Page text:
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Why intention is not everything

The story only broke a few days ago, but it is already familiar to many: a priest had recently watched a video of his baptism and was surprised by what he saw. The Vatican in early August had issued a clarification that baptisms using the form “We baptize” and not “I baptize” are invalid. The priest realized that his own baptism had used the erroneous formula, which meant his baptism was invalid. Not only was he not a priest, he wasn’t even a baptized Catholic. He brought this fact to the attention of his archbishop, and was subsequently baptized and confirmed, received First Communion, and was ordained a deacon—and then ordained a priest.

The story was strange and even shocking. Perhaps just as intriguing was the variety of reactions on social media. Many expressed dismay that a deacon had spent 15 years invalidly baptizing people. Some worried aloud that their own baptisms had been invalid. But others were shocked and disturbed, not by the actions of the deacon, but by their fellow Catholics’ reaction. These comments were along the lines of: “What’s the big deal? Why are they making such a fuss over this? Isn’t this a hysterical overreaction? Isn’t nitpicking over one word gross legalism? Do we not trust in the grace of God?” Perhaps most of these responses came down to “Surely the deacon had a good intention. Isn’t that what matters?”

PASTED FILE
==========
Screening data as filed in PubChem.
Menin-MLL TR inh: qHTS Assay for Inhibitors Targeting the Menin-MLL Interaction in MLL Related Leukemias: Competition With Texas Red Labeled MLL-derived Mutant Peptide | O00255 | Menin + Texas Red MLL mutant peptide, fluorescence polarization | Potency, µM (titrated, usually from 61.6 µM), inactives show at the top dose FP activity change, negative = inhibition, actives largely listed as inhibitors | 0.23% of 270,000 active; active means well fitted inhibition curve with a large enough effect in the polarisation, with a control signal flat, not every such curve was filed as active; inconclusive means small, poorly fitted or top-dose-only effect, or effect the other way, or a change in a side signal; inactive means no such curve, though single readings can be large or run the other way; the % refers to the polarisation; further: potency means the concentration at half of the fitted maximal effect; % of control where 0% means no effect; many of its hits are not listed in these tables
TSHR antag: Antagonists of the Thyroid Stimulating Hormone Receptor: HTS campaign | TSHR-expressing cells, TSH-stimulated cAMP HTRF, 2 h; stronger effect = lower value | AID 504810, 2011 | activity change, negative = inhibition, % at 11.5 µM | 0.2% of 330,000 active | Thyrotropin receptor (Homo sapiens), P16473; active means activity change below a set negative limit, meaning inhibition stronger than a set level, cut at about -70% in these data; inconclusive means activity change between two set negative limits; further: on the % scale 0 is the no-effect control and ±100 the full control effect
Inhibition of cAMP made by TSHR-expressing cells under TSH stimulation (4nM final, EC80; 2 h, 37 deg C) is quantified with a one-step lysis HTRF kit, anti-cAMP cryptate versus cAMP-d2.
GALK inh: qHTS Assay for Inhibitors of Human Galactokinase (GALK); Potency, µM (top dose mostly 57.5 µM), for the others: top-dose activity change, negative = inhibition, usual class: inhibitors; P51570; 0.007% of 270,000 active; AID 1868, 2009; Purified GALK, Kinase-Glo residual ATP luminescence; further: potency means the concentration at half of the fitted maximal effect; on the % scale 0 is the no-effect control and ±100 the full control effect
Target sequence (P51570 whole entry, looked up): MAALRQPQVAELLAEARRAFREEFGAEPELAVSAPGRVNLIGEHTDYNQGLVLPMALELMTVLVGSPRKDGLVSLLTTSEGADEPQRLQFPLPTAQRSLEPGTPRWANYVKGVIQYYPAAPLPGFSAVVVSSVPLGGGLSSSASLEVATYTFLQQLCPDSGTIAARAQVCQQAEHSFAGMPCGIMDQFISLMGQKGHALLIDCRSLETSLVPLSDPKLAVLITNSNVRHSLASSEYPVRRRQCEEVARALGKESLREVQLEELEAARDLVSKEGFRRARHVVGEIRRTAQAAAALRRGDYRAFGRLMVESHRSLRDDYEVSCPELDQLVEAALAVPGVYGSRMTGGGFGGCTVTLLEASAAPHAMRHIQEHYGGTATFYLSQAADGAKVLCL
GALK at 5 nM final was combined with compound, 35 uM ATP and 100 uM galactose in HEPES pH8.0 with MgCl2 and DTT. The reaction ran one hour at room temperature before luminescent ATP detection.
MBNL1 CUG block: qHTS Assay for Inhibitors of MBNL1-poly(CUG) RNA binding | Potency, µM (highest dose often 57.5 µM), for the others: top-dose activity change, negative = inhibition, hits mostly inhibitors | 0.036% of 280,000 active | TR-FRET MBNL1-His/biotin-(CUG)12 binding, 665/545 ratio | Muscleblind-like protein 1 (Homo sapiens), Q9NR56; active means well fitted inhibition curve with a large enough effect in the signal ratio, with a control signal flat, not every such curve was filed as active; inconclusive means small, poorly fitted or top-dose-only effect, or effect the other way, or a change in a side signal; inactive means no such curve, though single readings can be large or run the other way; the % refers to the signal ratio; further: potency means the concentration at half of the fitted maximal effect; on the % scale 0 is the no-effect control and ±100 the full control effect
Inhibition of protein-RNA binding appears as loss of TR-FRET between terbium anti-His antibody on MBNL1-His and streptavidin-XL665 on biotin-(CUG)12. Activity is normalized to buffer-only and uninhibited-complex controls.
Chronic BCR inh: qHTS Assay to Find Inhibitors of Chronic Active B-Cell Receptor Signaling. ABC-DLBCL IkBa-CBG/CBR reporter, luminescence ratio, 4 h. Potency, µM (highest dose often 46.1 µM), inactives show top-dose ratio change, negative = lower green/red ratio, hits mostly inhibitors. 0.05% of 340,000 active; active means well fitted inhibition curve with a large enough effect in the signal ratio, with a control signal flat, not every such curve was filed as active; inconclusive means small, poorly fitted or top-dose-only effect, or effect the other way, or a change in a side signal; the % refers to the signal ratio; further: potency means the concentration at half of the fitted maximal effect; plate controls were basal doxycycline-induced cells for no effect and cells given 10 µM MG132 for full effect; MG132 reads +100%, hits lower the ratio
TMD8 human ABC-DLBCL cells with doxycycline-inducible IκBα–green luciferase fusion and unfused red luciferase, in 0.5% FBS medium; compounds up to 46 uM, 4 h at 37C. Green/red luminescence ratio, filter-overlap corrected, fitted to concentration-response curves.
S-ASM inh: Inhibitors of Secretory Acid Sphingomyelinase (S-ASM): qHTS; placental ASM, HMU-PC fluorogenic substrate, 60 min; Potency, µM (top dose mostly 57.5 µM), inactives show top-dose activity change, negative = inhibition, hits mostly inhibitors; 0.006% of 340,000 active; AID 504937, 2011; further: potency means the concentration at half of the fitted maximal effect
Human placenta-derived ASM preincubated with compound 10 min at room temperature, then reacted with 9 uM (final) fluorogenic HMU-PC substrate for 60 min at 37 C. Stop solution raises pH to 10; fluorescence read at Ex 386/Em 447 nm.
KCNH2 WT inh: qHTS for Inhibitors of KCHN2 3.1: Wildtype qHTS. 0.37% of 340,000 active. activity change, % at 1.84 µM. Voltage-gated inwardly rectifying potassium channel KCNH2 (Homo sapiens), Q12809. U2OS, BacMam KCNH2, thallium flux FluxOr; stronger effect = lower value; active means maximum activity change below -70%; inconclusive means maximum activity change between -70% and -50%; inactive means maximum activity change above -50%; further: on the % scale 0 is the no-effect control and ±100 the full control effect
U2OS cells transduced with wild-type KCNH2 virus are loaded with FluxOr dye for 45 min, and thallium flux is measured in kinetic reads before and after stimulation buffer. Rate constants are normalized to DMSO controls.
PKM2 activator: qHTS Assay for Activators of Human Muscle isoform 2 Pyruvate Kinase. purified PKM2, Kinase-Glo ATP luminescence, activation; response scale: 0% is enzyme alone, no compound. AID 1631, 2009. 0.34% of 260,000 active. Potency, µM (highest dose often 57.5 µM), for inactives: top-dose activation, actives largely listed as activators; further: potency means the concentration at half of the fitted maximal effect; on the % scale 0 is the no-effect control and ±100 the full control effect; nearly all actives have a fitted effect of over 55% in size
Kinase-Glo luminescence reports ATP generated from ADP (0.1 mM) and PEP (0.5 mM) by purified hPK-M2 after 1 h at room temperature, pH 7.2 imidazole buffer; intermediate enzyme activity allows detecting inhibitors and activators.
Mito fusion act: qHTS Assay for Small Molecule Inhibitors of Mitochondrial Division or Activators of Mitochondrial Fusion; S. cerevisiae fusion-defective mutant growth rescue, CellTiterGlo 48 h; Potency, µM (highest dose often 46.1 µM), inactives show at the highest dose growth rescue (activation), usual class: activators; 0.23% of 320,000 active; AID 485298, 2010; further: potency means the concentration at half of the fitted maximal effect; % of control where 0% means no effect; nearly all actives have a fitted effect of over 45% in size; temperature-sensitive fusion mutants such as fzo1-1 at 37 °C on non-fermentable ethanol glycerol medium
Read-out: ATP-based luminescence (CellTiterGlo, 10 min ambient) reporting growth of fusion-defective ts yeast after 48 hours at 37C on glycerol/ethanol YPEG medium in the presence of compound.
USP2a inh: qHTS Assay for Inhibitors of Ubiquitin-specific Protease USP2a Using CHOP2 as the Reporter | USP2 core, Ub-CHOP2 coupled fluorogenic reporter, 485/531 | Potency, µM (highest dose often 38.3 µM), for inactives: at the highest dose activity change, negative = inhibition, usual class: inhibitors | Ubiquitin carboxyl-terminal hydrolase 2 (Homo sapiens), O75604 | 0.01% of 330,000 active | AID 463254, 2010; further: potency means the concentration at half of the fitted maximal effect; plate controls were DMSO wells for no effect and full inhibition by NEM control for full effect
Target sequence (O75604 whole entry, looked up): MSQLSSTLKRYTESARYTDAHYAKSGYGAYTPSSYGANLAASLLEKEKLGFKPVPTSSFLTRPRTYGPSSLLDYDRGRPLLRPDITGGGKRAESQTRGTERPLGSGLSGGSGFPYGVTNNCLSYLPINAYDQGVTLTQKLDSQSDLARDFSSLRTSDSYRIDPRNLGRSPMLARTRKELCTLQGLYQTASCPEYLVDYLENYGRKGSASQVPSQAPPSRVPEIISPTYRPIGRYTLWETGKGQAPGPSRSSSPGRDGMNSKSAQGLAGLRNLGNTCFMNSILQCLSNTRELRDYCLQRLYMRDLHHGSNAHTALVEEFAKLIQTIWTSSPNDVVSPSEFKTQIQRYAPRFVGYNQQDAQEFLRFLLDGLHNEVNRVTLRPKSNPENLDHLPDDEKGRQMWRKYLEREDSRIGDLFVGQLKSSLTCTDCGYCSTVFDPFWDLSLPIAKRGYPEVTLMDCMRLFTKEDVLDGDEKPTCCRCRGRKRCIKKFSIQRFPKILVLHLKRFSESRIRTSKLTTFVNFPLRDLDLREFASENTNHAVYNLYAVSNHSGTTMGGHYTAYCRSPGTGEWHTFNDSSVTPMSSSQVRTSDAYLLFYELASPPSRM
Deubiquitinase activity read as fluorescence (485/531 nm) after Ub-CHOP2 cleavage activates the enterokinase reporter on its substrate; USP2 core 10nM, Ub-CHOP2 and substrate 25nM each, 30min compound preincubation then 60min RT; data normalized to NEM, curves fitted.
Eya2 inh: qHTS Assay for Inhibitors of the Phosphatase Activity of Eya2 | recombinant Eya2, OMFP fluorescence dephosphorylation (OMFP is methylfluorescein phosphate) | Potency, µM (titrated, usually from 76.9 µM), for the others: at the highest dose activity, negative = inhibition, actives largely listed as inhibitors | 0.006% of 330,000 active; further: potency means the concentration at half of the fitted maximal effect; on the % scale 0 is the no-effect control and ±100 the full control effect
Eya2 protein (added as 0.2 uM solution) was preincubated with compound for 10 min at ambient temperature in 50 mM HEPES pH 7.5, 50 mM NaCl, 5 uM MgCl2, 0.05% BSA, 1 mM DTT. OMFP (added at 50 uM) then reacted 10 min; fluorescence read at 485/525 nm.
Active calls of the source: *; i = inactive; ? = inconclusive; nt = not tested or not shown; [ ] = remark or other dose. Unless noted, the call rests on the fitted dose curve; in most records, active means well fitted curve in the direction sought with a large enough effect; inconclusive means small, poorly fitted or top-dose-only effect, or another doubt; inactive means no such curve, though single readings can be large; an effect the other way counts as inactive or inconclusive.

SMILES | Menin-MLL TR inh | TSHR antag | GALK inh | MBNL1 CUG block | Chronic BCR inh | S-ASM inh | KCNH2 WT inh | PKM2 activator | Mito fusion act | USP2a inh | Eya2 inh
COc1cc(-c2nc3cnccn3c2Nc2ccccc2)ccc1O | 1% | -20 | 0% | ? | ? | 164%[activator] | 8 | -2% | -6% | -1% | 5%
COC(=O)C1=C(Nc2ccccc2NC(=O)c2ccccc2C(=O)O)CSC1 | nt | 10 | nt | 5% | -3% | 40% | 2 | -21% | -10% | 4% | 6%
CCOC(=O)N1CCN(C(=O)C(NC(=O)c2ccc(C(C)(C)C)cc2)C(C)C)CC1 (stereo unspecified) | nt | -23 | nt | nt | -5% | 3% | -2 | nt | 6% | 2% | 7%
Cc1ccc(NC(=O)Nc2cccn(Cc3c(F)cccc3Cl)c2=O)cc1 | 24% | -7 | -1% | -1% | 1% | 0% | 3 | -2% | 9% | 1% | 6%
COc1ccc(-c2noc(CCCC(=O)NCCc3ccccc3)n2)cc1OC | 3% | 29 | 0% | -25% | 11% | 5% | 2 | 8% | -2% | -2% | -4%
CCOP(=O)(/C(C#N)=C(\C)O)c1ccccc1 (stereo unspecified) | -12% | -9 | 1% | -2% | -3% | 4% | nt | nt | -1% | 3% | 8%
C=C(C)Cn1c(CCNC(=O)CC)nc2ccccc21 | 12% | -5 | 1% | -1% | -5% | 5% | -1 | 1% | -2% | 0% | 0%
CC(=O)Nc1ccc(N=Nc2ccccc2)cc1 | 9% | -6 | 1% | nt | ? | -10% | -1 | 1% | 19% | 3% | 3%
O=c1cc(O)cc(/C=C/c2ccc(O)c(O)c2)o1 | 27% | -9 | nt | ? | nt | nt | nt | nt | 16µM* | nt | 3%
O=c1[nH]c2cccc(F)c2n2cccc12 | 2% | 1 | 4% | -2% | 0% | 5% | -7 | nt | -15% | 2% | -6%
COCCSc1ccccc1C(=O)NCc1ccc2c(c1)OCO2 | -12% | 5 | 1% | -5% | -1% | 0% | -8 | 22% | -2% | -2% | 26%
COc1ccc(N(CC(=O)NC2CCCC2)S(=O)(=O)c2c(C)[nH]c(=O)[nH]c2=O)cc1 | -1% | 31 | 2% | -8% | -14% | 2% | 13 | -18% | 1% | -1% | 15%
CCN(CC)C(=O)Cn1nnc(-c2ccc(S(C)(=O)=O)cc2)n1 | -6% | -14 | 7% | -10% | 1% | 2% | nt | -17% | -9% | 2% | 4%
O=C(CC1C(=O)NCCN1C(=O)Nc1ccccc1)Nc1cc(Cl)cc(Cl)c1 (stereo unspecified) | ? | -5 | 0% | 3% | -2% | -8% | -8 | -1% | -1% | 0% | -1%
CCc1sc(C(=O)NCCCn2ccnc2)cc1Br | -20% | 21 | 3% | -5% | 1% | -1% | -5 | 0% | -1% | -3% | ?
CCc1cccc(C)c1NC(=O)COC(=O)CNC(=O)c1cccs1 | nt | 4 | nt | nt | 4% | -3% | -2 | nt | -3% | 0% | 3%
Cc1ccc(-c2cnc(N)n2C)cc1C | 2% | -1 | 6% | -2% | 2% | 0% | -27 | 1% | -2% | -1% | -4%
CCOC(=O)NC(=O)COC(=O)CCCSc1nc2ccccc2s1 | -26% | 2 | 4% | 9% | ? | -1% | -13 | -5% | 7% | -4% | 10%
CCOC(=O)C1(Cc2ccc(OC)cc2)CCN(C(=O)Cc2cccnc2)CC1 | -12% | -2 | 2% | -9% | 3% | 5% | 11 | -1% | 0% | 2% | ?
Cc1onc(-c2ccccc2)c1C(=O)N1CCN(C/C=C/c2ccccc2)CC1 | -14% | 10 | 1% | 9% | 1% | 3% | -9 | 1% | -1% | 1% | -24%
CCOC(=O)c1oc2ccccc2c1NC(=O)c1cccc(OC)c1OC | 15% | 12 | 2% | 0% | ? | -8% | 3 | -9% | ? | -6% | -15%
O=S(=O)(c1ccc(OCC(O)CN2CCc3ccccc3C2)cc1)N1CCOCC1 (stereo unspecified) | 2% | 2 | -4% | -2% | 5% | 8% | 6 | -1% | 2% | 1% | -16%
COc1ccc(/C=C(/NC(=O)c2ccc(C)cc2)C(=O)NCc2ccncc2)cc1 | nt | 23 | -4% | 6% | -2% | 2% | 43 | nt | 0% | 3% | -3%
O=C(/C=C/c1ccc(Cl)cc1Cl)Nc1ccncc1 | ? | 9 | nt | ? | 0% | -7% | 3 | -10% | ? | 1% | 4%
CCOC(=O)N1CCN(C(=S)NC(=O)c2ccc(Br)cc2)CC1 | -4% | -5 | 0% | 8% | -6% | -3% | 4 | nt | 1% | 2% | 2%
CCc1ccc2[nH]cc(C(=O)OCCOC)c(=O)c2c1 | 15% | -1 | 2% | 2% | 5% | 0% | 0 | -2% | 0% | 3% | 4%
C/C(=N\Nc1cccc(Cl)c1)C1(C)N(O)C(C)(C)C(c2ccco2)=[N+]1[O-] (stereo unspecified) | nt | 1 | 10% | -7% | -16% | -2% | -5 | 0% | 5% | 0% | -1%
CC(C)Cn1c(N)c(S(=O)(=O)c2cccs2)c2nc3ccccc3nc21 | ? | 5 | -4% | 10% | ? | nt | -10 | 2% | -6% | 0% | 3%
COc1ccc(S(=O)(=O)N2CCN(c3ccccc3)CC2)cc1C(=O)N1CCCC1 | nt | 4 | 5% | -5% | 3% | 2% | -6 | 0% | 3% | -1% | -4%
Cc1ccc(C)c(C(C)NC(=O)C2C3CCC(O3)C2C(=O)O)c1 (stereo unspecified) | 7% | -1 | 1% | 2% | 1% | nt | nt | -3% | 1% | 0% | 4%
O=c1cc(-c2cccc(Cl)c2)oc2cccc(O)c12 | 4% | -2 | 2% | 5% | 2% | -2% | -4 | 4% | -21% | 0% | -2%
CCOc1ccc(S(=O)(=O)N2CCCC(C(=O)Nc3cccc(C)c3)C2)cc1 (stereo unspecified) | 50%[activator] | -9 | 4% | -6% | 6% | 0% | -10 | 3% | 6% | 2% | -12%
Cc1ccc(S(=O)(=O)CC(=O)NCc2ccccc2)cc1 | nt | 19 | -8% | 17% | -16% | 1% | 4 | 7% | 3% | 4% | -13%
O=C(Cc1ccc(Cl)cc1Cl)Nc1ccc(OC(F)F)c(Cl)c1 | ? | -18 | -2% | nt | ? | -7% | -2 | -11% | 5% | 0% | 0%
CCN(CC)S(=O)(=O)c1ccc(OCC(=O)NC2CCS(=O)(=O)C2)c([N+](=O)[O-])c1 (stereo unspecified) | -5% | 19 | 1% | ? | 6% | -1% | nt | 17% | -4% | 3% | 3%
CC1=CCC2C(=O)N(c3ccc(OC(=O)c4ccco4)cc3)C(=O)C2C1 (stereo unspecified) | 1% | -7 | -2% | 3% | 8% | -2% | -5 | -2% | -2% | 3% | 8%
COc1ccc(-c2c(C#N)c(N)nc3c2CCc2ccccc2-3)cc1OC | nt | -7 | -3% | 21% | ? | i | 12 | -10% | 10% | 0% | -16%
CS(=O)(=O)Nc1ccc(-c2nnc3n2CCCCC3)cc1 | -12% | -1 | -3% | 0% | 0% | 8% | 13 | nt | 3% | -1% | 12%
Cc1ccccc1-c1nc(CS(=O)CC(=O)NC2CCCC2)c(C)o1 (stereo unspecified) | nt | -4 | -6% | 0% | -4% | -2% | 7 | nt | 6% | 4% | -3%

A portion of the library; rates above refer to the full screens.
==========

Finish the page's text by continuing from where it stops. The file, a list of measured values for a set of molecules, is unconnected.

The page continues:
According to the Church’s teaching on the sacraments, intention does matter—but it’s not the only thing that matters. It is a necessary but not a sufficient condition. This is because of the sort of creatures we are. Because we are beings who are at once physical and spiritual, when God wishes to share His own divine life with us by grace, He does so through some physical means. Thus every sacrament is an efficacious sign, a sensible action that conveys and communicates to us what spiritual reality is being effected.

The matter of the sacrament is the physical substance and action—for example, the pouring of water in Baptism. The matter is a natural analogous sign to the spiritual reality; that is, just as water is associated with cleansing, birth, and death, so baptism removes original sin, gives us birth to new life as adopted children of God, and gives us a share in Christ’s death and resurrection. The form of the sacrament explicitly states the spiritual reality taking effect, making clear that, for example, a baptism is happening, and not a bath or a drowning. So, in baptism, the form is “I baptize you in the name of the Father and of the Son and of the Holy Spirit.”

Read more at Catholic World Report

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